Brian Tomlinson

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Brian Tomlinson
Brian Tomlinson.png
Olympia Board of Directors, District 5
Former candidate
Elections and appointments
Last electionNovember 5, 2013
Term limitsN/A
Education
Bachelor'sCity University of Seattle
Personal
ProfessionIT specialist
Brian Tomlinson was a candidate for the District 5 seat on the Olympia Board of Directors in Washington. He lost to incumbent Eileen Thomson in the November 5, 2013 general election.

Biography

Tomlinson earned a B.S. in Environmental Science from City University of Seattle. He currently works as an IT specialist with the Washington Department of Fish and Wildlife. Tomlinson is involved with community groups like the Olympia Parks and Recreation Advisory Committee and Olympia Masonic Lodge. He and his wife, Mary Jane, have two children and three grandchildren.[1][2]

Elections

2013

See also: Olympia School District elections (2013)

Opposition

Tomlinson sought election to the board against incumbent Eileen Thomson on November 5, 2013.

Results

Olympia Board of Directors, Four-year term, District 3, 2013
Party Candidate Vote % Votes
     Nonpartisan Green check mark transparent.pngEileen Thomson Incumbent 72.2% 11,422
     Nonpartisan Brian Tomlinson 27.8% 4,401
Total Votes 15,823
Source: Thurston County Auditor, "November 5, 2013 General Election," November 26, 2013

Funding

Tomlinson reported no contributions or expenditures to the Washington Public Disclosure Commission.[3]

2011

Tomlinson sought election to the Olympia City Council but lost to Jim Cooper for the Position 7 seat:

Olympia City Council, Position 7, 2011
Party Candidate Vote % Votes
     Nonpartisan Green check mark transparent.pngJim Cooper 63.7% 8,001
     Nonpartisan Brian Tomlinson 36.3% 4,556
Total Votes 12,557
Source: Thurston County Auditor

Campaign themes

2013

Tomlinson provided the following statement for the 2013 Local Voters' Pamphlet in Thurston County:[4]

"Since 1977 my wife Mary and I have opened up our home to countless families as a state licensed childcare playing a vital role in children's early development. Building up on this emphasis on early childhood education my goal is to deliver quality education to every student through reduced elementary class sizes, full-day kindergarten, procuring resources to improve school safety, and more music and PE offerings.

I am committed to investing in At-Risk students, technology investments, and staff development. The K-4 math curriculum, athletics and activities, and a better public health nurse presence are priorities for me along with improved security.

Together we can make OSD number one in the state. I will pursue appropriate education funding, promote teacher/parent collaboration, and bringing accountability to the Board. I am truly interested in devoting my time and talents to meeting this challenge, and I stand ready and willing to serve."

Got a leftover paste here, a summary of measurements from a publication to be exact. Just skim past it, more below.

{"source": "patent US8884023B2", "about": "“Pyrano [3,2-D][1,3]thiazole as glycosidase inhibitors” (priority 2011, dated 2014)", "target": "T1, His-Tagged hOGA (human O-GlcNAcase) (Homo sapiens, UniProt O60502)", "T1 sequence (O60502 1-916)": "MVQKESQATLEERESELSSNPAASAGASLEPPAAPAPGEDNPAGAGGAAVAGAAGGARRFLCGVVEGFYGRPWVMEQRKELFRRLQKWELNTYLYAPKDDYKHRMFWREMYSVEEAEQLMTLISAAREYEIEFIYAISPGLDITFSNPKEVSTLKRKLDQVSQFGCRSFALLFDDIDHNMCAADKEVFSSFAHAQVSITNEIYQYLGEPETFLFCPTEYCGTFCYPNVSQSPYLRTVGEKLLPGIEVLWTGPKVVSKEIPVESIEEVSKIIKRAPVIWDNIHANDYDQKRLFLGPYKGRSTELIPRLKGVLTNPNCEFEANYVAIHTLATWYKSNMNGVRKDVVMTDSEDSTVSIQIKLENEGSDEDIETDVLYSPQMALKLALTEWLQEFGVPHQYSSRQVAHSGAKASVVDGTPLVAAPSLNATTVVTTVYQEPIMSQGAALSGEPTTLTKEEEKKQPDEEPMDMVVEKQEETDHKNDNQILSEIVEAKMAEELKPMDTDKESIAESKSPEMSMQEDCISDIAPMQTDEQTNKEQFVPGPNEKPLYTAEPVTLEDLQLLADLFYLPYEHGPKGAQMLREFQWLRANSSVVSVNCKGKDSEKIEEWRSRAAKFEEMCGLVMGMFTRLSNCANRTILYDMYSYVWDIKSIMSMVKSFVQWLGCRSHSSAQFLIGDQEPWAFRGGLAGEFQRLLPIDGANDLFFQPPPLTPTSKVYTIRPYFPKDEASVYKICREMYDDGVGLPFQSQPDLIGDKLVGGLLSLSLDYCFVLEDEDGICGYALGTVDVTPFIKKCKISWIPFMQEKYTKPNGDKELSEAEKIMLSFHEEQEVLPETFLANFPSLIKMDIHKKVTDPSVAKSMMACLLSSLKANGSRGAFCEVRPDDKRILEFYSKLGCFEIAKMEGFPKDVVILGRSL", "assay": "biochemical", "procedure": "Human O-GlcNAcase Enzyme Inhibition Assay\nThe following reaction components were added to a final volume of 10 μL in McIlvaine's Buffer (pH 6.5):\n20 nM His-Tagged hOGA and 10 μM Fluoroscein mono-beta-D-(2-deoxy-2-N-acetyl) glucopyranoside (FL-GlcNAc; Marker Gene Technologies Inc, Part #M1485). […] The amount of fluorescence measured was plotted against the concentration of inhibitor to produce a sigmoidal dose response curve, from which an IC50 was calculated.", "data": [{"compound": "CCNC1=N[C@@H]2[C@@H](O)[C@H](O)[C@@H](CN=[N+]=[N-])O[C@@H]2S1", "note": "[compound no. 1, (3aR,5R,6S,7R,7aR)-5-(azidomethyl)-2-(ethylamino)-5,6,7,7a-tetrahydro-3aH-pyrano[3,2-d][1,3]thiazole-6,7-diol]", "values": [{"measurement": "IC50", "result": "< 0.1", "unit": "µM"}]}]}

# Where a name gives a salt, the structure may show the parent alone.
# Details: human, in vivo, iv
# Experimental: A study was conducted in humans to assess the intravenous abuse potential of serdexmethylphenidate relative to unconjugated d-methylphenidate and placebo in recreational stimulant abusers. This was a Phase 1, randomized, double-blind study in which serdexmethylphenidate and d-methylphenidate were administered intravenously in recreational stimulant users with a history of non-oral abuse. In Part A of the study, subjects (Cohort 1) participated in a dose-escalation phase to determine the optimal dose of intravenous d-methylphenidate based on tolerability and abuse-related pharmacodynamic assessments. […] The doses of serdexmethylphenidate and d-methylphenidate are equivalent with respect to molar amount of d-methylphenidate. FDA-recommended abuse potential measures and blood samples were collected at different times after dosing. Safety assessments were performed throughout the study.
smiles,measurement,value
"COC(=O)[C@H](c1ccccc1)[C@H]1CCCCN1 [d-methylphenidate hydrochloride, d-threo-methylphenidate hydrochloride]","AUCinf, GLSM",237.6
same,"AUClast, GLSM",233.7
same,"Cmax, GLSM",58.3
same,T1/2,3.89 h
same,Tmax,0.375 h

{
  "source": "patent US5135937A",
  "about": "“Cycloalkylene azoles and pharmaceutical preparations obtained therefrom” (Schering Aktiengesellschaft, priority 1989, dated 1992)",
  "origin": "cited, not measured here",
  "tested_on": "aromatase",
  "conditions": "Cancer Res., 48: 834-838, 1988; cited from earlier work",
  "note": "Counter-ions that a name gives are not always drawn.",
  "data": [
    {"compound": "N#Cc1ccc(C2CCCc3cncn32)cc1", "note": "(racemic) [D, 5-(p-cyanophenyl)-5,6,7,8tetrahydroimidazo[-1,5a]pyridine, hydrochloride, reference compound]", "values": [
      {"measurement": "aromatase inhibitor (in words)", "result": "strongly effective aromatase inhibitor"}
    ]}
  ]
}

Note: The above quote is from the candidate's website, which may include some typographical or spelling errors.


What was at stake?

Eileen Thomson sought re-election against Tomlinson for the District 3 seat. Mark Campeau ran for a second term in the District 5 seat without opposition.

About the district

See also: Olympia School District, Washington
Olympia School District is located in Thurston County, Washington
Olympia School District is located in the capital city of Olympia, Washington in Thurston County. The population of Olympia was 46,478 according to the 2010 U.S. Census.[5]

Demographics

Olympia outperforms the state average for higher education achievement but lags behind median income and poverty rate. The percentage of city residents over 25 years old with undergraduate degrees (43.3%) exceeds the state average (31.4%). The 2010 U.S. Census calculated Olympia's median income at $52,371 while the state median income was $58,890. Olympia had a poverty rate of 15.8% in the 2010 U.S. Census while the state rate was 12.5%.[5]

Racial Demographics, 2012[5]
Race Olympia (%) Washington (%)
White 83.7 77.3
Black or African American 2.0 3.6
American Indian and Alaska Native 1.1 1.5
Asian 6.0 7.2
Native Hawaiian and Other Pacific Islander 0.4 0.6
Two or More Races 5.0 4.7
Hispanic or Latino 6.3 11.2

Presidential Voting Pattern[6]
Year Democratic Vote (%) Republican Vote (%)
2012 58.3 38.8
2008 59.9 38.2
2004 55.6 42.6
2000 51.8 41

Note: The United States Census Bureau considers "Hispanic or Latino" to be a place of origin, not a race. Therefore, the Census allows citizens to report both their race and that they are from a "Hispanic or Latino" place of origin simultaneously. As a result, the percentages in each column of the racial demographics table will exceed 100.0%. Each column will add up to 100.0% after removing the "Hispanic or Latino" place of origin percentages.[7]

Recent news

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See also

External links

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References